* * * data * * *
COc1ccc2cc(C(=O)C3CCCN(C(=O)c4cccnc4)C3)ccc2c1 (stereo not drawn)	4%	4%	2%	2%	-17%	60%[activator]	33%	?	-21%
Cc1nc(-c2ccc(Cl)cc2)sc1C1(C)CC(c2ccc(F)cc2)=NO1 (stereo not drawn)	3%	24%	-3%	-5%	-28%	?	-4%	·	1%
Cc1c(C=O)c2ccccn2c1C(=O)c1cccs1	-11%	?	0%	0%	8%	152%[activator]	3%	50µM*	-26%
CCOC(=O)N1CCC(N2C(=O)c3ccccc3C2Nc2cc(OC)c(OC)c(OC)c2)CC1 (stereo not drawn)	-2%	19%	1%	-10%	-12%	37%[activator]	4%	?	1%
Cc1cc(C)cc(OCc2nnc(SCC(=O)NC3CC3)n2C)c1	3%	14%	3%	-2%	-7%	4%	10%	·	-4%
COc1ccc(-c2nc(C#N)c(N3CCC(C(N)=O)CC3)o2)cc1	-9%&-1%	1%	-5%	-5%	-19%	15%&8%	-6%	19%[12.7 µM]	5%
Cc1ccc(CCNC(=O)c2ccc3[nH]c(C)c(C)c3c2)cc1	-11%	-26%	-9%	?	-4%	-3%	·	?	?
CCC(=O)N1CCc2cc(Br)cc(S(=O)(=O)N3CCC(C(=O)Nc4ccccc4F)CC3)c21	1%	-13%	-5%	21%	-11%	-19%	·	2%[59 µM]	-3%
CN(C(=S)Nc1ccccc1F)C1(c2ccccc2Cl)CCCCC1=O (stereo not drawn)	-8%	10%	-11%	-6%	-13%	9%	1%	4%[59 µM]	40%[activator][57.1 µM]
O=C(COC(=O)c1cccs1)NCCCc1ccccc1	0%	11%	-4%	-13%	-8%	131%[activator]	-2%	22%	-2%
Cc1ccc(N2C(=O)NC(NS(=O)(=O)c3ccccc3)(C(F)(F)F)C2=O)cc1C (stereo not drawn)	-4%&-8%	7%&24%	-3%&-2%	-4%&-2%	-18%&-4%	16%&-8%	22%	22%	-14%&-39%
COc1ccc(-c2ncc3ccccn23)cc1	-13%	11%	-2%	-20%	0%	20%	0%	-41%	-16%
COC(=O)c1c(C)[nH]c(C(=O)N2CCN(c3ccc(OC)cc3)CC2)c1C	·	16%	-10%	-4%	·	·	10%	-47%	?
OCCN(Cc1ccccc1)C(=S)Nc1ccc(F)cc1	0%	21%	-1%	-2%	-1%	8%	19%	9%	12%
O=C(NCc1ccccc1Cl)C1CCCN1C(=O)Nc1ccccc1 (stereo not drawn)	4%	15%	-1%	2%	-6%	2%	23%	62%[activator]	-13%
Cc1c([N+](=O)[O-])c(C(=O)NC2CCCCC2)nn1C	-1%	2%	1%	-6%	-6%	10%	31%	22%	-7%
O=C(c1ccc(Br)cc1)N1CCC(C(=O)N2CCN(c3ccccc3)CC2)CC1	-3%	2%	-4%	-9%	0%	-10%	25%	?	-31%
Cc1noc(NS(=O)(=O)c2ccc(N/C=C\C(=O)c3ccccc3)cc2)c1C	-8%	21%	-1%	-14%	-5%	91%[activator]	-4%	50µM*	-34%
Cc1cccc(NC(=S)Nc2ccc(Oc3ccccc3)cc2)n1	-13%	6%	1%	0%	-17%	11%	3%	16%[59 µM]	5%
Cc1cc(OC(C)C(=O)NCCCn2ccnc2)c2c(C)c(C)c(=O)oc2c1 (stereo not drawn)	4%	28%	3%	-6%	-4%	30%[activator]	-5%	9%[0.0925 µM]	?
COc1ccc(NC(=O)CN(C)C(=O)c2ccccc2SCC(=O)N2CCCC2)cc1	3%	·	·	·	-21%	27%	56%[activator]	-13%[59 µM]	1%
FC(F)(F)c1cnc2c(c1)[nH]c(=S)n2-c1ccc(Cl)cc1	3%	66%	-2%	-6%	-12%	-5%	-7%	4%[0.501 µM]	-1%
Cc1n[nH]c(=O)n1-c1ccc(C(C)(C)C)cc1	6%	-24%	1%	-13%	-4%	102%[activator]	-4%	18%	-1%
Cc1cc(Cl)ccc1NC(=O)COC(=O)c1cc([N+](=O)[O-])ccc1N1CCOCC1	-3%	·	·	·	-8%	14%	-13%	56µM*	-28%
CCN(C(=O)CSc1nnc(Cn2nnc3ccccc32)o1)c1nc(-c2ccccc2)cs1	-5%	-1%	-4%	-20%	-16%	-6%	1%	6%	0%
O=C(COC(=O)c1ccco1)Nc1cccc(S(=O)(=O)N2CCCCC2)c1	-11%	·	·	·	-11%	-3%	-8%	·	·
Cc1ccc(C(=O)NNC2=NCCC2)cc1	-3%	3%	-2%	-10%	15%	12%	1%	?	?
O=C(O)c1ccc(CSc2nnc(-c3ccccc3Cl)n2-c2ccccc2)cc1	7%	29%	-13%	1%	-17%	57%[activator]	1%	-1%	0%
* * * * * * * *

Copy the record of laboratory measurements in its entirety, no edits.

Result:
COc1ccc2cc(C(=O)C3CCCN(C(=O)c4cccnc4)C3)ccc2c1 (stereo not drawn)	4%	4%	2%	2%	-17%	60%[activator]	33%	?	-21%
Cc1nc(-c2ccc(Cl)cc2)sc1C1(C)CC(c2ccc(F)cc2)=NO1 (stereo not drawn)	3%	24%	-3%	-5%	-28%	?	-4%	·	1%
Cc1c(C=O)c2ccccn2c1C(=O)c1cccs1	-11%	?	0%	0%	8%	152%[activator]	3%	50µM*	-26%
CCOC(=O)N1CCC(N2C(=O)c3ccccc3C2Nc2cc(OC)c(OC)c(OC)c2)CC1 (stereo not drawn)	-2%	19%	1%	-10%	-12%	37%[activator]	4%	?	1%
Cc1cc(C)cc(OCc2nnc(SCC(=O)NC3CC3)n2C)c1	3%	14%	3%	-2%	-7%	4%	10%	·	-4%
COc1ccc(-c2nc(C#N)c(N3CCC(C(N)=O)CC3)o2)cc1	-9%&-1%	1%	-5%	-5%	-19%	15%&8%	-6%	19%[12.7 µM]	5%
Cc1ccc(CCNC(=O)c2ccc3[nH]c(C)c(C)c3c2)cc1	-11%	-26%	-9%	?	-4%	-3%	·	?	?
CCC(=O)N1CCc2cc(Br)cc(S(=O)(=O)N3CCC(C(=O)Nc4ccccc4F)CC3)c21	1%	-13%	-5%	21%	-11%	-19%	·	2%[59 µM]	-3%
CN(C(=S)Nc1ccccc1F)C1(c2ccccc2Cl)CCCCC1=O (stereo not drawn)	-8%	10%	-11%	-6%	-13%	9%	1%	4%[59 µM]	40%[activator][57.1 µM]
O=C(COC(=O)c1cccs1)NCCCc1ccccc1	0%	11%	-4%	-13%	-8%	131%[activator]	-2%	22%	-2%
Cc1ccc(N2C(=O)NC(NS(=O)(=O)c3ccccc3)(C(F)(F)F)C2=O)cc1C (stereo not drawn)	-4%&-8%	7%&24%	-3%&-2%	-4%&-2%	-18%&-4%	16%&-8%	22%	22%	-14%&-39%
COc1ccc(-c2ncc3ccccn23)cc1	-13%	11%	-2%	-20%	0%	20%	0%	-41%	-16%
COC(=O)c1c(C)[nH]c(C(=O)N2CCN(c3ccc(OC)cc3)CC2)c1C	·	16%	-10%	-4%	·	·	10%	-47%	?
OCCN(Cc1ccccc1)C(=S)Nc1ccc(F)cc1	0%	21%	-1%	-2%	-1%	8%	19%	9%	12%
O=C(NCc1ccccc1Cl)C1CCCN1C(=O)Nc1ccccc1 (stereo not drawn)	4%	15%	-1%	2%	-6%	2%	23%	62%[activator]	-13%
Cc1c([N+](=O)[O-])c(C(=O)NC2CCCCC2)nn1C	-1%	2%	1%	-6%	-6%	10%	31%	22%	-7%
O=C(c1ccc(Br)cc1)N1CCC(C(=O)N2CCN(c3ccccc3)CC2)CC1	-3%	2%	-4%	-9%	0%	-10%	25%	?	-31%
Cc1noc(NS(=O)(=O)c2ccc(N/C=C\C(=O)c3ccccc3)cc2)c1C	-8%	21%	-1%	-14%	-5%	91%[activator]	-4%	50µM*	-34%
Cc1cccc(NC(=S)Nc2ccc(Oc3ccccc3)cc2)n1	-13%	6%	1%	0%	-17%	11%	3%	16%[59 µM]	5%
Cc1cc(OC(C)C(=O)NCCCn2ccnc2)c2c(C)c(C)c(=O)oc2c1 (stereo not drawn)	4%	28%	3%	-6%	-4%	30%[activator]	-5%	9%[0.0925 µM]	?
COc1ccc(NC(=O)CN(C)C(=O)c2ccccc2SCC(=O)N2CCCC2)cc1	3%	·	·	·	-21%	27%	56%[activator]	-13%[59 µM]	1%
FC(F)(F)c1cnc2c(c1)[nH]c(=S)n2-c1ccc(Cl)cc1	3%	66%	-2%	-6%	-12%	-5%	-7%	4%[0.501 µM]	-1%
Cc1n[nH]c(=O)n1-c1ccc(C(C)(C)C)cc1	6%	-24%	1%	-13%	-4%	102%[activator]	-4%	18%	-1%
Cc1cc(Cl)ccc1NC(=O)COC(=O)c1cc([N+](=O)[O-])ccc1N1CCOCC1	-3%	·	·	·	-8%	14%	-13%	56µM*	-28%
CCN(C(=O)CSc1nnc(Cn2nnc3ccccc32)o1)c1nc(-c2ccccc2)cs1	-5%	-1%	-4%	-20%	-16%	-6%	1%	6%	0%
O=C(COC(=O)c1ccco1)Nc1cccc(S(=O)(=O)N2CCCCC2)c1	-11%	·	·	·	-11%	-3%	-8%	·	·
Cc1ccc(C(=O)NNC2=NCCC2)cc1	-3%	3%	-2%	-10%	15%	12%	1%	?	?
O=C(O)c1ccc(CSc2nnc(-c3ccccc3Cl)n2-c2ccccc2)cc1	7%	29%	-13%	1%	-17%	57%[activator]	1%	-1%	0%